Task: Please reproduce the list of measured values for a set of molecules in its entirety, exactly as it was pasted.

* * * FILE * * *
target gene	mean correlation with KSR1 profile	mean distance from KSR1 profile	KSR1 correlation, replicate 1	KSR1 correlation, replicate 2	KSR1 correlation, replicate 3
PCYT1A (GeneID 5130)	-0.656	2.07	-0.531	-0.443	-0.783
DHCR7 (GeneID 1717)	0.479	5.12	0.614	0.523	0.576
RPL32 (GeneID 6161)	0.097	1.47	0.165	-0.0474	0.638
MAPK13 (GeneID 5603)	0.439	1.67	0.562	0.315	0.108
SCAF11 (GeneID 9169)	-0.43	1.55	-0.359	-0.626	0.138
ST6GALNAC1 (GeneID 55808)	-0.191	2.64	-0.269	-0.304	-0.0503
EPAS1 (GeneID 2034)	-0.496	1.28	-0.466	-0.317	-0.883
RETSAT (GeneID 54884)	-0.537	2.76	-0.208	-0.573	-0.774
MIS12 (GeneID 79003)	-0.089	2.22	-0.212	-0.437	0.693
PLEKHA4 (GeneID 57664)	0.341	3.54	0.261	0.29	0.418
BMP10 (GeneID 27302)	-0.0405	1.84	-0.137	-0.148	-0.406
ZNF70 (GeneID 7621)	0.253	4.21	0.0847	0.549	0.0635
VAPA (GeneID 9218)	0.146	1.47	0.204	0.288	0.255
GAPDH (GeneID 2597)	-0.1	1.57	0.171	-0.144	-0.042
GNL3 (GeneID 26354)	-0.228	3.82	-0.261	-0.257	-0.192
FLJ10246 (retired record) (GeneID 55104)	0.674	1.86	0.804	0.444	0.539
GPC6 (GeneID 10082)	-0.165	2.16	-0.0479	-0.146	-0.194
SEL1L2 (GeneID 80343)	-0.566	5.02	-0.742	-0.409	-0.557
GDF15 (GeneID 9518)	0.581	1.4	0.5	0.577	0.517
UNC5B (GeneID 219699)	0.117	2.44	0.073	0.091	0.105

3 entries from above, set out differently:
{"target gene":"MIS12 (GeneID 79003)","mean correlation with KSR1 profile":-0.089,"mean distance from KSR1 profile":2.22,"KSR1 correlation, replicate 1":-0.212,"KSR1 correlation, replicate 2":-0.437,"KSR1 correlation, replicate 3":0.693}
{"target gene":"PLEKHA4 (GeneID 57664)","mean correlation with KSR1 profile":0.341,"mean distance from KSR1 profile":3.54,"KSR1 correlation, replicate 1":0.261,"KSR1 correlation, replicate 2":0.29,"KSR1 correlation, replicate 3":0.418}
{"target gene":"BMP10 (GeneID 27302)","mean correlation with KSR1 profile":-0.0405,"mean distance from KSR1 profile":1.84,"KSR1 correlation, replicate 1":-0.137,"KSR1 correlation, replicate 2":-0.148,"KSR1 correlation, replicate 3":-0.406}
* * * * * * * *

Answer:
target gene	mean correlation with KSR1 profile	mean distance from KSR1 profile	KSR1 correlation, replicate 1	KSR1 correlation, replicate 2	KSR1 correlation, replicate 3
PCYT1A (GeneID 5130)	-0.656	2.07	-0.531	-0.443	-0.783
DHCR7 (GeneID 1717)	0.479	5.12	0.614	0.523	0.576
RPL32 (GeneID 6161)	0.097	1.47	0.165	-0.0474	0.638
MAPK13 (GeneID 5603)	0.439	1.67	0.562	0.315	0.108
SCAF11 (GeneID 9169)	-0.43	1.55	-0.359	-0.626	0.138
ST6GALNAC1 (GeneID 55808)	-0.191	2.64	-0.269	-0.304	-0.0503
EPAS1 (GeneID 2034)	-0.496	1.28	-0.466	-0.317	-0.883
RETSAT (GeneID 54884)	-0.537	2.76	-0.208	-0.573	-0.774
MIS12 (GeneID 79003)	-0.089	2.22	-0.212	-0.437	0.693
PLEKHA4 (GeneID 57664)	0.341	3.54	0.261	0.29	0.418
BMP10 (GeneID 27302)	-0.0405	1.84	-0.137	-0.148	-0.406
ZNF70 (GeneID 7621)	0.253	4.21	0.0847	0.549	0.0635
VAPA (GeneID 9218)	0.146	1.47	0.204	0.288	0.255
GAPDH (GeneID 2597)	-0.1	1.57	0.171	-0.144	-0.042
GNL3 (GeneID 26354)	-0.228	3.82	-0.261	-0.257	-0.192
FLJ10246 (retired record) (GeneID 55104)	0.674	1.86	0.804	0.444	0.539
GPC6 (GeneID 10082)	-0.165	2.16	-0.0479	-0.146	-0.194
SEL1L2 (GeneID 80343)	-0.566	5.02	-0.742	-0.409	-0.557
GDF15 (GeneID 9518)	0.581	1.4	0.5	0.577	0.517
UNC5B (GeneID 219699)	0.117	2.44	0.073	0.091	0.105

3 entries from above, set out differently:
{"target gene":"MIS12 (GeneID 79003)","mean correlation with KSR1 profile":-0.089,"mean distance from KSR1 profile":2.22,"KSR1 correlation, replicate 1":-0.212,"KSR1 correlation, replicate 2":-0.437,"KSR1 correlation, replicate 3":0.693}
{"target gene":"PLEKHA4 (GeneID 57664)","mean correlation with KSR1 profile":0.341,"mean distance from KSR1 profile":3.54,"KSR1 correlation, replicate 1":0.261,"KSR1 correlation, replicate 2":0.29,"KSR1 correlation, replicate 3":0.418}
{"target gene":"BMP10 (GeneID 27302)","mean correlation with KSR1 profile":-0.0405,"mean distance from KSR1 profile":1.84,"KSR1 correlation, replicate 1":-0.137,"KSR1 correlation, replicate 2":-0.148,"KSR1 correlation, replicate 3":-0.406}